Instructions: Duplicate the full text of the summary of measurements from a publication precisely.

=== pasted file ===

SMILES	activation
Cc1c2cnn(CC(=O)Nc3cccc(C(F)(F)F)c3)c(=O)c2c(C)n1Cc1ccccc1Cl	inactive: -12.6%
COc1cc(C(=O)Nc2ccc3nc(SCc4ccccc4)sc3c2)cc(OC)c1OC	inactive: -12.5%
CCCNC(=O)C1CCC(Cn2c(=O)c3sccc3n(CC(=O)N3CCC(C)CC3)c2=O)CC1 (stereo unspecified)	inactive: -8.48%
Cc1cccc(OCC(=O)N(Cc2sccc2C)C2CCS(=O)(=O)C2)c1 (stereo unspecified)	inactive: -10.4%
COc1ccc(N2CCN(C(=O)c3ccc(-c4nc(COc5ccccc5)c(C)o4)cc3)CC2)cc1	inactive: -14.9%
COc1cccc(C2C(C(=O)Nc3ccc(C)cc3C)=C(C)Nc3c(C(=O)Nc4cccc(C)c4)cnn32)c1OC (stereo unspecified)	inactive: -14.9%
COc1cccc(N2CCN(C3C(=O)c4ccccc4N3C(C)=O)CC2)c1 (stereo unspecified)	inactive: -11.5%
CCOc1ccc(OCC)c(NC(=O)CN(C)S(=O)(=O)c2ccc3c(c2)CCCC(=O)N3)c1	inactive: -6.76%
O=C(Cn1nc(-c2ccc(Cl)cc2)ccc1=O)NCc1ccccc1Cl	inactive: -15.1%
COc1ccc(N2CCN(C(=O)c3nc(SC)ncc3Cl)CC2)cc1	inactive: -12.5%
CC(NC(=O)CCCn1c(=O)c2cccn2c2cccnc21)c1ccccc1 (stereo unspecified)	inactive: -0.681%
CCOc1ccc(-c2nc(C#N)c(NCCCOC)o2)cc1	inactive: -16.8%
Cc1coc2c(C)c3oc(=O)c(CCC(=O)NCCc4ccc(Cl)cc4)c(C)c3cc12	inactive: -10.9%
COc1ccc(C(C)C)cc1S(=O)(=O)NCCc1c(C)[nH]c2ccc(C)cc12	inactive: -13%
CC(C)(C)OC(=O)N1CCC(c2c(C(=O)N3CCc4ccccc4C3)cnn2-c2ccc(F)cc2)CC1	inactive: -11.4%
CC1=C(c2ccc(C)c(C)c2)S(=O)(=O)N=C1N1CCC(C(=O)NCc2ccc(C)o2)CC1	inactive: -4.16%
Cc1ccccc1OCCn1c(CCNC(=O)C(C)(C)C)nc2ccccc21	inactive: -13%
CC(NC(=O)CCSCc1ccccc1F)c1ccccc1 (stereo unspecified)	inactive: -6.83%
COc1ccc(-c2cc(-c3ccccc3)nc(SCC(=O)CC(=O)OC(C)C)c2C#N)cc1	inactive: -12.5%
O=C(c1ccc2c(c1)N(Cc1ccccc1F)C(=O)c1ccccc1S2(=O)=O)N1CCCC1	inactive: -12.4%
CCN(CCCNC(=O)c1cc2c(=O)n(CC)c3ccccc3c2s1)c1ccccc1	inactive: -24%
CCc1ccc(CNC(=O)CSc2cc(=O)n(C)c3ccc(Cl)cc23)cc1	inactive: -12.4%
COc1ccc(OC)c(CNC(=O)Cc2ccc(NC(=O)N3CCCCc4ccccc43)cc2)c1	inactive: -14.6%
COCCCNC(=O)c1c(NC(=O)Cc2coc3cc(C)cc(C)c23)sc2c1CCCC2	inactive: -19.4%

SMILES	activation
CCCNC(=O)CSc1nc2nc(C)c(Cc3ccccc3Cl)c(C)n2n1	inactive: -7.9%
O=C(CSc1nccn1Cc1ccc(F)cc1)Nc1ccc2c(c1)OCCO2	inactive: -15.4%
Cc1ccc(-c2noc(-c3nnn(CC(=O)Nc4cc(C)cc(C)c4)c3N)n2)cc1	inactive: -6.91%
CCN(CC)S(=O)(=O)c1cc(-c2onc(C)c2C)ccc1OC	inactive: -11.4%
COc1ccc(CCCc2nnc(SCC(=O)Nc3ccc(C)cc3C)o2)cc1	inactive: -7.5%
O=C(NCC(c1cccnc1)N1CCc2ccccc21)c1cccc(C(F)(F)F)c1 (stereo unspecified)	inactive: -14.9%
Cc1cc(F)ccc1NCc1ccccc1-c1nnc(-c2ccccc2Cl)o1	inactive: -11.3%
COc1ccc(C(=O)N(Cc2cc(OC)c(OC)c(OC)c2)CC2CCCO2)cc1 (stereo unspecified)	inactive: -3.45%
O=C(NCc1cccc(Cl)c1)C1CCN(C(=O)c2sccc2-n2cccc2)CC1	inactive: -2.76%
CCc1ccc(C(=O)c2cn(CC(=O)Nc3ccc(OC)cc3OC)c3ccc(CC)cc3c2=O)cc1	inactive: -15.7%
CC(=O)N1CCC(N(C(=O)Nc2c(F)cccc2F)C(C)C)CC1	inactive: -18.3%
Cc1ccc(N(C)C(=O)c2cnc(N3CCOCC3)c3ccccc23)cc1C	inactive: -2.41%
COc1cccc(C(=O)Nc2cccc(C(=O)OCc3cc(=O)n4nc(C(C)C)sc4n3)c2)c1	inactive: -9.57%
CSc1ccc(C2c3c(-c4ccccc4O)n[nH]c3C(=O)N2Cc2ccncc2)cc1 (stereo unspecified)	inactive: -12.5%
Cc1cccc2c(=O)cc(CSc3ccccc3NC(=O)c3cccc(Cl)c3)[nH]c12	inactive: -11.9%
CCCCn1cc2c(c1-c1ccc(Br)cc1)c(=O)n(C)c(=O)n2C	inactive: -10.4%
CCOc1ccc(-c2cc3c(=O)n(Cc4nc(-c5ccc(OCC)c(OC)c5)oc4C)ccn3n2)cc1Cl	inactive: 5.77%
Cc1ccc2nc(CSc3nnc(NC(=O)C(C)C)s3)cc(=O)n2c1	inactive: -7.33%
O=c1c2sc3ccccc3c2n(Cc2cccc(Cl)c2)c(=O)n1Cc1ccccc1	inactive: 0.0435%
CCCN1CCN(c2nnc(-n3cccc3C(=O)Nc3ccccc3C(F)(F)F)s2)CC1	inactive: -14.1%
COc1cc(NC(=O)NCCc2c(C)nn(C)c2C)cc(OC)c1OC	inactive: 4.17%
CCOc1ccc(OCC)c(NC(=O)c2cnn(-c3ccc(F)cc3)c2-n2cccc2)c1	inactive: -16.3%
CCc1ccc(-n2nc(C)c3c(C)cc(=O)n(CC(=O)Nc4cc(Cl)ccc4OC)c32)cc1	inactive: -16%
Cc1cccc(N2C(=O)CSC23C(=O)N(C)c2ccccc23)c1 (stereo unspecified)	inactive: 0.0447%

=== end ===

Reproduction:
SMILES	activation
Cc1c2cnn(CC(=O)Nc3cccc(C(F)(F)F)c3)c(=O)c2c(C)n1Cc1ccccc1Cl	inactive: -12.6%
COc1cc(C(=O)Nc2ccc3nc(SCc4ccccc4)sc3c2)cc(OC)c1OC	inactive: -12.5%
CCCNC(=O)C1CCC(Cn2c(=O)c3sccc3n(CC(=O)N3CCC(C)CC3)c2=O)CC1 (stereo unspecified)	inactive: -8.48%
Cc1cccc(OCC(=O)N(Cc2sccc2C)C2CCS(=O)(=O)C2)c1 (stereo unspecified)	inactive: -10.4%
COc1ccc(N2CCN(C(=O)c3ccc(-c4nc(COc5ccccc5)c(C)o4)cc3)CC2)cc1	inactive: -14.9%
COc1cccc(C2C(C(=O)Nc3ccc(C)cc3C)=C(C)Nc3c(C(=O)Nc4cccc(C)c4)cnn32)c1OC (stereo unspecified)	inactive: -14.9%
COc1cccc(N2CCN(C3C(=O)c4ccccc4N3C(C)=O)CC2)c1 (stereo unspecified)	inactive: -11.5%
CCOc1ccc(OCC)c(NC(=O)CN(C)S(=O)(=O)c2ccc3c(c2)CCCC(=O)N3)c1	inactive: -6.76%
O=C(Cn1nc(-c2ccc(Cl)cc2)ccc1=O)NCc1ccccc1Cl	inactive: -15.1%
COc1ccc(N2CCN(C(=O)c3nc(SC)ncc3Cl)CC2)cc1	inactive: -12.5%
CC(NC(=O)CCCn1c(=O)c2cccn2c2cccnc21)c1ccccc1 (stereo unspecified)	inactive: -0.681%
CCOc1ccc(-c2nc(C#N)c(NCCCOC)o2)cc1	inactive: -16.8%
Cc1coc2c(C)c3oc(=O)c(CCC(=O)NCCc4ccc(Cl)cc4)c(C)c3cc12	inactive: -10.9%
COc1ccc(C(C)C)cc1S(=O)(=O)NCCc1c(C)[nH]c2ccc(C)cc12	inactive: -13%
CC(C)(C)OC(=O)N1CCC(c2c(C(=O)N3CCc4ccccc4C3)cnn2-c2ccc(F)cc2)CC1	inactive: -11.4%
CC1=C(c2ccc(C)c(C)c2)S(=O)(=O)N=C1N1CCC(C(=O)NCc2ccc(C)o2)CC1	inactive: -4.16%
Cc1ccccc1OCCn1c(CCNC(=O)C(C)(C)C)nc2ccccc21	inactive: -13%
CC(NC(=O)CCSCc1ccccc1F)c1ccccc1 (stereo unspecified)	inactive: -6.83%
COc1ccc(-c2cc(-c3ccccc3)nc(SCC(=O)CC(=O)OC(C)C)c2C#N)cc1	inactive: -12.5%
O=C(c1ccc2c(c1)N(Cc1ccccc1F)C(=O)c1ccccc1S2(=O)=O)N1CCCC1	inactive: -12.4%
CCN(CCCNC(=O)c1cc2c(=O)n(CC)c3ccccc3c2s1)c1ccccc1	inactive: -24%
CCc1ccc(CNC(=O)CSc2cc(=O)n(C)c3ccc(Cl)cc23)cc1	inactive: -12.4%
COc1ccc(OC)c(CNC(=O)Cc2ccc(NC(=O)N3CCCCc4ccccc43)cc2)c1	inactive: -14.6%
COCCCNC(=O)c1c(NC(=O)Cc2coc3cc(C)cc(C)c23)sc2c1CCCC2	inactive: -19.4%

SMILES	activation
CCCNC(=O)CSc1nc2nc(C)c(Cc3ccccc3Cl)c(C)n2n1	inactive: -7.9%
O=C(CSc1nccn1Cc1ccc(F)cc1)Nc1ccc2c(c1)OCCO2	inactive: -15.4%
Cc1ccc(-c2noc(-c3nnn(CC(=O)Nc4cc(C)cc(C)c4)c3N)n2)cc1	inactive: -6.91%
CCN(CC)S(=O)(=O)c1cc(-c2onc(C)c2C)ccc1OC	inactive: -11.4%
COc1ccc(CCCc2nnc(SCC(=O)Nc3ccc(C)cc3C)o2)cc1	inactive: -7.5%
O=C(NCC(c1cccnc1)N1CCc2ccccc21)c1cccc(C(F)(F)F)c1 (stereo unspecified)	inactive: -14.9%
Cc1cc(F)ccc1NCc1ccccc1-c1nnc(-c2ccccc2Cl)o1	inactive: -11.3%
COc1ccc(C(=O)N(Cc2cc(OC)c(OC)c(OC)c2)CC2CCCO2)cc1 (stereo unspecified)	inactive: -3.45%
O=C(NCc1cccc(Cl)c1)C1CCN(C(=O)c2sccc2-n2cccc2)CC1	inactive: -2.76%
CCc1ccc(C(=O)c2cn(CC(=O)Nc3ccc(OC)cc3OC)c3ccc(CC)cc3c2=O)cc1	inactive: -15.7%
CC(=O)N1CCC(N(C(=O)Nc2c(F)cccc2F)C(C)C)CC1	inactive: -18.3%
Cc1ccc(N(C)C(=O)c2cnc(N3CCOCC3)c3ccccc23)cc1C	inactive: -2.41%
COc1cccc(C(=O)Nc2cccc(C(=O)OCc3cc(=O)n4nc(C(C)C)sc4n3)c2)c1	inactive: -9.57%
CSc1ccc(C2c3c(-c4ccccc4O)n[nH]c3C(=O)N2Cc2ccncc2)cc1 (stereo unspecified)	inactive: -12.5%
Cc1cccc2c(=O)cc(CSc3ccccc3NC(=O)c3cccc(Cl)c3)[nH]c12	inactive: -11.9%
CCCCn1cc2c(c1-c1ccc(Br)cc1)c(=O)n(C)c(=O)n2C	inactive: -10.4%
CCOc1ccc(-c2cc3c(=O)n(Cc4nc(-c5ccc(OCC)c(OC)c5)oc4C)ccn3n2)cc1Cl	inactive: 5.77%
Cc1ccc2nc(CSc3nnc(NC(=O)C(C)C)s3)cc(=O)n2c1	inactive: -7.33%
O=c1c2sc3ccccc3c2n(Cc2cccc(Cl)c2)c(=O)n1Cc1ccccc1	inactive: 0.0435%
CCCN1CCN(c2nnc(-n3cccc3C(=O)Nc3ccccc3C(F)(F)F)s2)CC1	inactive: -14.1%
COc1cc(NC(=O)NCCc2c(C)nn(C)c2C)cc(OC)c1OC	inactive: 4.17%
CCOc1ccc(OCC)c(NC(=O)c2cnn(-c3ccc(F)cc3)c2-n2cccc2)c1	inactive: -16.3%
CCc1ccc(-n2nc(C)c3c(C)cc(=O)n(CC(=O)Nc4cc(Cl)ccc4OC)c32)cc1	inactive: -16%
Cc1cccc(N2C(=O)CSC23C(=O)N(C)c2ccccc23)c1 (stereo unspecified)	inactive: 0.0447%